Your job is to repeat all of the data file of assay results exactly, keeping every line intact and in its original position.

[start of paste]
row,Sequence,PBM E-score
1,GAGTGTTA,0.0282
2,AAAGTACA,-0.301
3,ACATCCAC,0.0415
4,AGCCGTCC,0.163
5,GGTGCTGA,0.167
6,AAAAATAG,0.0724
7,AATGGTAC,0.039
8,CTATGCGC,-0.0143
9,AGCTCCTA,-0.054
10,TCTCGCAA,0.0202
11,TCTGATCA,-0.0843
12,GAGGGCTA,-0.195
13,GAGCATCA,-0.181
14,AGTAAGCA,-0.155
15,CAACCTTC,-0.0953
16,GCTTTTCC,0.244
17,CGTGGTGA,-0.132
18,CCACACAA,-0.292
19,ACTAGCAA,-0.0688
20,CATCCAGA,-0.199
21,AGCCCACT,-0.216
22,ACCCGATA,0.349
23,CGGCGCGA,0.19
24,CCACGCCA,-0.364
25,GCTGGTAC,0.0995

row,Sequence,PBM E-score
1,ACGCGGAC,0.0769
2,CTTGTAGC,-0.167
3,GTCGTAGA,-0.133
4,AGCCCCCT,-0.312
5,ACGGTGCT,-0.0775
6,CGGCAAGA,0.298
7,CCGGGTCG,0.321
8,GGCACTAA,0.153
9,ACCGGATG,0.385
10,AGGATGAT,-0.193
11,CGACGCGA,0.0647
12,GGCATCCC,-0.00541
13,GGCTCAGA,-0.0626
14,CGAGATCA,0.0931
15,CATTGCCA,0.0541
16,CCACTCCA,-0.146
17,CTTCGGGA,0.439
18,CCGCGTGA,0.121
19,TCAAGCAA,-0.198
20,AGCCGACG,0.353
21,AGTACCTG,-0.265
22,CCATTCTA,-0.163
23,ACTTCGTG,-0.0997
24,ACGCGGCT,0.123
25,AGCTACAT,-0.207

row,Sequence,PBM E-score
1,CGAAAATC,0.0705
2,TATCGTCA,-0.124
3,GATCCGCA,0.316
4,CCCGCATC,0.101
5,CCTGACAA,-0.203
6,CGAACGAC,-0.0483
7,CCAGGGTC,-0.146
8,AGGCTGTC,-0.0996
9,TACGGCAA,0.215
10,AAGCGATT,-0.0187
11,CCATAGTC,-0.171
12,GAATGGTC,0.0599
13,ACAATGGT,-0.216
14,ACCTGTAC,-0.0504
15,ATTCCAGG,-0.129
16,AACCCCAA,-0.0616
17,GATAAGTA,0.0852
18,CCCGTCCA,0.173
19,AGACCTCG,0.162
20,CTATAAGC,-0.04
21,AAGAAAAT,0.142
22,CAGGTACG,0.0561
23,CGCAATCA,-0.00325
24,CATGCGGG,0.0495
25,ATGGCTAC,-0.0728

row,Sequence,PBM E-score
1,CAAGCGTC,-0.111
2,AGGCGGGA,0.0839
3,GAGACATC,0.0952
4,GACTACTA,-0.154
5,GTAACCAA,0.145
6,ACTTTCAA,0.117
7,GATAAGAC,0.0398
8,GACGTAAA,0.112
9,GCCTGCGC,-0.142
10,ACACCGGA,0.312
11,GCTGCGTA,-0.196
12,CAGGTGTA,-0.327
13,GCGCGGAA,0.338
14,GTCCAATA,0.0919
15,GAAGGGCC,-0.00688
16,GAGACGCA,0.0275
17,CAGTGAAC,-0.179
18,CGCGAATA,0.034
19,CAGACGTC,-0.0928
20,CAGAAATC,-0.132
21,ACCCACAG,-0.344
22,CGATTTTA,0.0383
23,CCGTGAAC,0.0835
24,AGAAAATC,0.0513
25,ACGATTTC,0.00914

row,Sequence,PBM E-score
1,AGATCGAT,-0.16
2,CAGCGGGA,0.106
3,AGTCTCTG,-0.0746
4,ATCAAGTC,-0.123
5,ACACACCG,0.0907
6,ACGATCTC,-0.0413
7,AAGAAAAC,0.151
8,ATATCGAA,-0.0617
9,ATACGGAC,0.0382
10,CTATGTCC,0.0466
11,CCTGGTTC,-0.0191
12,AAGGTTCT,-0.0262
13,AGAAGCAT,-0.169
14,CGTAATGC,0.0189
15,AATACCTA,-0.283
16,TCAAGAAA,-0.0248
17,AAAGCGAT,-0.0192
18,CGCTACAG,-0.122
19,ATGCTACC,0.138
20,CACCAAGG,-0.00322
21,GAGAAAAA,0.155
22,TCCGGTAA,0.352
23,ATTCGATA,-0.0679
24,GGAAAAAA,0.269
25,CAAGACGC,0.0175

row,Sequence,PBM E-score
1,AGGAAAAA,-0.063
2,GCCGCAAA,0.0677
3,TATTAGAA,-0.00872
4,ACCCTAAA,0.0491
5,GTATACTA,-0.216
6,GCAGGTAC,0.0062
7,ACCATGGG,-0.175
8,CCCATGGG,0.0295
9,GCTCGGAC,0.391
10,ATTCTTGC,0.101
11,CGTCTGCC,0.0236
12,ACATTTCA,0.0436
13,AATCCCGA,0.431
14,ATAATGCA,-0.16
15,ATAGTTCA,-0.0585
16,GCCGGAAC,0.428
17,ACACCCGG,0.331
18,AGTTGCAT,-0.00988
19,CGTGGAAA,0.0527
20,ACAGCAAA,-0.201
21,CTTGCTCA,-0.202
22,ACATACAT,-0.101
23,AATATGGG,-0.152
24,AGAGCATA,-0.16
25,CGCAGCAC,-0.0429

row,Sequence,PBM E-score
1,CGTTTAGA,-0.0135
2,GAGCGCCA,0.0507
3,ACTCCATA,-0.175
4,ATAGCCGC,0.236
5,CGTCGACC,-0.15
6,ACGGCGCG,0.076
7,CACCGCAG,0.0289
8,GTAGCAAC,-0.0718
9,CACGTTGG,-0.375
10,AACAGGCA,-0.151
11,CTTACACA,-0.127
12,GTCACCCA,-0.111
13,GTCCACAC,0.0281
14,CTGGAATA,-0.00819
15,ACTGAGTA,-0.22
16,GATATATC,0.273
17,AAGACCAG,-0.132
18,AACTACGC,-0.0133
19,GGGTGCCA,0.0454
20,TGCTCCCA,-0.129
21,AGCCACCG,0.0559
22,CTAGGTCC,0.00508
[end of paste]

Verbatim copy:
row,Sequence,PBM E-score
1,GAGTGTTA,0.0282
2,AAAGTACA,-0.301
3,ACATCCAC,0.0415
4,AGCCGTCC,0.163
5,GGTGCTGA,0.167
6,AAAAATAG,0.0724
7,AATGGTAC,0.039
8,CTATGCGC,-0.0143
9,AGCTCCTA,-0.054
10,TCTCGCAA,0.0202
11,TCTGATCA,-0.0843
12,GAGGGCTA,-0.195
13,GAGCATCA,-0.181
14,AGTAAGCA,-0.155
15,CAACCTTC,-0.0953
16,GCTTTTCC,0.244
17,CGTGGTGA,-0.132
18,CCACACAA,-0.292
19,ACTAGCAA,-0.0688
20,CATCCAGA,-0.199
21,AGCCCACT,-0.216
22,ACCCGATA,0.349
23,CGGCGCGA,0.19
24,CCACGCCA,-0.364
25,GCTGGTAC,0.0995

row,Sequence,PBM E-score
1,ACGCGGAC,0.0769
2,CTTGTAGC,-0.167
3,GTCGTAGA,-0.133
4,AGCCCCCT,-0.312
5,ACGGTGCT,-0.0775
6,CGGCAAGA,0.298
7,CCGGGTCG,0.321
8,GGCACTAA,0.153
9,ACCGGATG,0.385
10,AGGATGAT,-0.193
11,CGACGCGA,0.0647
12,GGCATCCC,-0.00541
13,GGCTCAGA,-0.0626
14,CGAGATCA,0.0931
15,CATTGCCA,0.0541
16,CCACTCCA,-0.146
17,CTTCGGGA,0.439
18,CCGCGTGA,0.121
19,TCAAGCAA,-0.198
20,AGCCGACG,0.353
21,AGTACCTG,-0.265
22,CCATTCTA,-0.163
23,ACTTCGTG,-0.0997
24,ACGCGGCT,0.123
25,AGCTACAT,-0.207

row,Sequence,PBM E-score
1,CGAAAATC,0.0705
2,TATCGTCA,-0.124
3,GATCCGCA,0.316
4,CCCGCATC,0.101
5,CCTGACAA,-0.203
6,CGAACGAC,-0.0483
7,CCAGGGTC,-0.146
8,AGGCTGTC,-0.0996
9,TACGGCAA,0.215
10,AAGCGATT,-0.0187
11,CCATAGTC,-0.171
12,GAATGGTC,0.0599
13,ACAATGGT,-0.216
14,ACCTGTAC,-0.0504
15,ATTCCAGG,-0.129
16,AACCCCAA,-0.0616
17,GATAAGTA,0.0852
18,CCCGTCCA,0.173
19,AGACCTCG,0.162
20,CTATAAGC,-0.04
21,AAGAAAAT,0.142
22,CAGGTACG,0.0561
23,CGCAATCA,-0.00325
24,CATGCGGG,0.0495
25,ATGGCTAC,-0.0728

row,Sequence,PBM E-score
1,CAAGCGTC,-0.111
2,AGGCGGGA,0.0839
3,GAGACATC,0.0952
4,GACTACTA,-0.154
5,GTAACCAA,0.145
6,ACTTTCAA,0.117
7,GATAAGAC,0.0398
8,GACGTAAA,0.112
9,GCCTGCGC,-0.142
10,ACACCGGA,0.312
11,GCTGCGTA,-0.196
12,CAGGTGTA,-0.327
13,GCGCGGAA,0.338
14,GTCCAATA,0.0919
15,GAAGGGCC,-0.00688
16,GAGACGCA,0.0275
17,CAGTGAAC,-0.179
18,CGCGAATA,0.034
19,CAGACGTC,-0.0928
20,CAGAAATC,-0.132
21,ACCCACAG,-0.344
22,CGATTTTA,0.0383
23,CCGTGAAC,0.0835
24,AGAAAATC,0.0513
25,ACGATTTC,0.00914

row,Sequence,PBM E-score
1,AGATCGAT,-0.16
2,CAGCGGGA,0.106
3,AGTCTCTG,-0.0746
4,ATCAAGTC,-0.123
5,ACACACCG,0.0907
6,ACGATCTC,-0.0413
7,AAGAAAAC,0.151
8,ATATCGAA,-0.0617
9,ATACGGAC,0.0382
10,CTATGTCC,0.0466
11,CCTGGTTC,-0.0191
12,AAGGTTCT,-0.0262
13,AGAAGCAT,-0.169
14,CGTAATGC,0.0189
15,AATACCTA,-0.283
16,TCAAGAAA,-0.0248
17,AAAGCGAT,-0.0192
18,CGCTACAG,-0.122
19,ATGCTACC,0.138
20,CACCAAGG,-0.00322
21,GAGAAAAA,0.155
22,TCCGGTAA,0.352
23,ATTCGATA,-0.0679
24,GGAAAAAA,0.269
25,CAAGACGC,0.0175

row,Sequence,PBM E-score
1,AGGAAAAA,-0.063
2,GCCGCAAA,0.0677
3,TATTAGAA,-0.00872
4,ACCCTAAA,0.0491
5,GTATACTA,-0.216
6,GCAGGTAC,0.0062
7,ACCATGGG,-0.175
8,CCCATGGG,0.0295
9,GCTCGGAC,0.391
10,ATTCTTGC,0.101
11,CGTCTGCC,0.0236
12,ACATTTCA,0.0436
13,AATCCCGA,0.431
14,ATAATGCA,-0.16
15,ATAGTTCA,-0.0585
16,GCCGGAAC,0.428
17,ACACCCGG,0.331
18,AGTTGCAT,-0.00988
19,CGTGGAAA,0.0527
20,ACAGCAAA,-0.201
21,CTTGCTCA,-0.202
22,ACATACAT,-0.101
23,AATATGGG,-0.152
24,AGAGCATA,-0.16
25,CGCAGCAC,-0.0429

row,Sequence,PBM E-score
1,CGTTTAGA,-0.0135
2,GAGCGCCA,0.0507
3,ACTCCATA,-0.175
4,ATAGCCGC,0.236
5,CGTCGACC,-0.15
6,ACGGCGCG,0.076
7,CACCGCAG,0.0289
8,GTAGCAAC,-0.0718
9,CACGTTGG,-0.375
10,AACAGGCA,-0.151
11,CTTACACA,-0.127
12,GTCACCCA,-0.111
13,GTCCACAC,0.0281
14,CTGGAATA,-0.00819
15,ACTGAGTA,-0.22
16,GATATATC,0.273
17,AAGACCAG,-0.132
18,AACTACGC,-0.0133
19,GGGTGCCA,0.0454
20,TGCTCCCA,-0.129
21,AGCCACCG,0.0559
22,CTAGGTCC,0.00508